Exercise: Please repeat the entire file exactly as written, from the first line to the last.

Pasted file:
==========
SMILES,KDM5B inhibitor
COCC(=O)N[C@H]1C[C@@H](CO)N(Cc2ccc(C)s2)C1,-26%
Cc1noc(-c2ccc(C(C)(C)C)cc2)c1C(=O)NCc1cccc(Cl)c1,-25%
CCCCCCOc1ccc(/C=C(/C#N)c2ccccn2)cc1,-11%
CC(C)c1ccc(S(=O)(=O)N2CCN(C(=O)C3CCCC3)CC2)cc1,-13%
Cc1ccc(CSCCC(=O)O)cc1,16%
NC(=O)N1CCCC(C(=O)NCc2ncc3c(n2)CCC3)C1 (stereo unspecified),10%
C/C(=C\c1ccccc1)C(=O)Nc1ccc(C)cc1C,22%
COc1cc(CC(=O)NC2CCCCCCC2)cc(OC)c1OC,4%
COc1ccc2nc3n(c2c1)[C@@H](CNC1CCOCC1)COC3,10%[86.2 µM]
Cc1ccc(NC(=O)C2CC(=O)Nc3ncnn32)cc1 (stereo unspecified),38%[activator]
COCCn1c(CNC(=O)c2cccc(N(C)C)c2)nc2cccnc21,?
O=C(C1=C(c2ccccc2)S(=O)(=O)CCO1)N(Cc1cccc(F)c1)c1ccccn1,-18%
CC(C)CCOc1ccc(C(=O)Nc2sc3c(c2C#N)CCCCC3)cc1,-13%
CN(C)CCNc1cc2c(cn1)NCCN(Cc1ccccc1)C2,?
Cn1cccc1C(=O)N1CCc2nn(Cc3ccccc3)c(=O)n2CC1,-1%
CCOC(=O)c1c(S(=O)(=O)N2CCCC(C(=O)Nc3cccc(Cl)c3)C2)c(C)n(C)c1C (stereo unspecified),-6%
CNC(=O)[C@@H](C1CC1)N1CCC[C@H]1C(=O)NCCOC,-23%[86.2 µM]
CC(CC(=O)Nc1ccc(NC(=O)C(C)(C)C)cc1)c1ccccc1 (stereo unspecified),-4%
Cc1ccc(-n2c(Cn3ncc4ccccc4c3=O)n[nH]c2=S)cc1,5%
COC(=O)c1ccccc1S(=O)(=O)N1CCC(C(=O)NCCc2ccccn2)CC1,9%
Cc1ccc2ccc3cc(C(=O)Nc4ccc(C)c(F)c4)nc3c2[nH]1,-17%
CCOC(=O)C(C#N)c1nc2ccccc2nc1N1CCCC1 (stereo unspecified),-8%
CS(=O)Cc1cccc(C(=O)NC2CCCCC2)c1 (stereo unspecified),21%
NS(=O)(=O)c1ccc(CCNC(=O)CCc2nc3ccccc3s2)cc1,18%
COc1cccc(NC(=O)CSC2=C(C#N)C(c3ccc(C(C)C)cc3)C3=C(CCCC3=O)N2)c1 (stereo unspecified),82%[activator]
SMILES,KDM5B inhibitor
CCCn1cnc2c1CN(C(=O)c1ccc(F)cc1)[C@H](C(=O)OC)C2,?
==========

SMILES,KDM5B inhibitor
COCC(=O)N[C@H]1C[C@@H](CO)N(Cc2ccc(C)s2)C1,-26%
Cc1noc(-c2ccc(C(C)(C)C)cc2)c1C(=O)NCc1cccc(Cl)c1,-25%
CCCCCCOc1ccc(/C=C(/C#N)c2ccccn2)cc1,-11%
CC(C)c1ccc(S(=O)(=O)N2CCN(C(=O)C3CCCC3)CC2)cc1,-13%
Cc1ccc(CSCCC(=O)O)cc1,16%
NC(=O)N1CCCC(C(=O)NCc2ncc3c(n2)CCC3)C1 (stereo unspecified),10%
C/C(=C\c1ccccc1)C(=O)Nc1ccc(C)cc1C,22%
COc1cc(CC(=O)NC2CCCCCCC2)cc(OC)c1OC,4%
COc1ccc2nc3n(c2c1)[C@@H](CNC1CCOCC1)COC3,10%[86.2 µM]
Cc1ccc(NC(=O)C2CC(=O)Nc3ncnn32)cc1 (stereo unspecified),38%[activator]
COCCn1c(CNC(=O)c2cccc(N(C)C)c2)nc2cccnc21,?
O=C(C1=C(c2ccccc2)S(=O)(=O)CCO1)N(Cc1cccc(F)c1)c1ccccn1,-18%
CC(C)CCOc1ccc(C(=O)Nc2sc3c(c2C#N)CCCCC3)cc1,-13%
CN(C)CCNc1cc2c(cn1)NCCN(Cc1ccccc1)C2,?
Cn1cccc1C(=O)N1CCc2nn(Cc3ccccc3)c(=O)n2CC1,-1%
CCOC(=O)c1c(S(=O)(=O)N2CCCC(C(=O)Nc3cccc(Cl)c3)C2)c(C)n(C)c1C (stereo unspecified),-6%
CNC(=O)[C@@H](C1CC1)N1CCC[C@H]1C(=O)NCCOC,-23%[86.2 µM]
CC(CC(=O)Nc1ccc(NC(=O)C(C)(C)C)cc1)c1ccccc1 (stereo unspecified),-4%
Cc1ccc(-n2c(Cn3ncc4ccccc4c3=O)n[nH]c2=S)cc1,5%
COC(=O)c1ccccc1S(=O)(=O)N1CCC(C(=O)NCCc2ccccn2)CC1,9%
Cc1ccc2ccc3cc(C(=O)Nc4ccc(C)c(F)c4)nc3c2[nH]1,-17%
CCOC(=O)C(C#N)c1nc2ccccc2nc1N1CCCC1 (stereo unspecified),-8%
CS(=O)Cc1cccc(C(=O)NC2CCCCC2)c1 (stereo unspecified),21%
NS(=O)(=O)c1ccc(CCNC(=O)CCc2nc3ccccc3s2)cc1,18%
COc1cccc(NC(=O)CSC2=C(C#N)C(c3ccc(C(C)C)cc3)C3=C(CCCC3=O)N2)c1 (stereo unspecified),82%[activator]
SMILES,KDM5B inhibitor
CCCn1cnc2c1CN(C(=O)c1ccc(F)cc1)[C@H](C(=O)OC)C2,?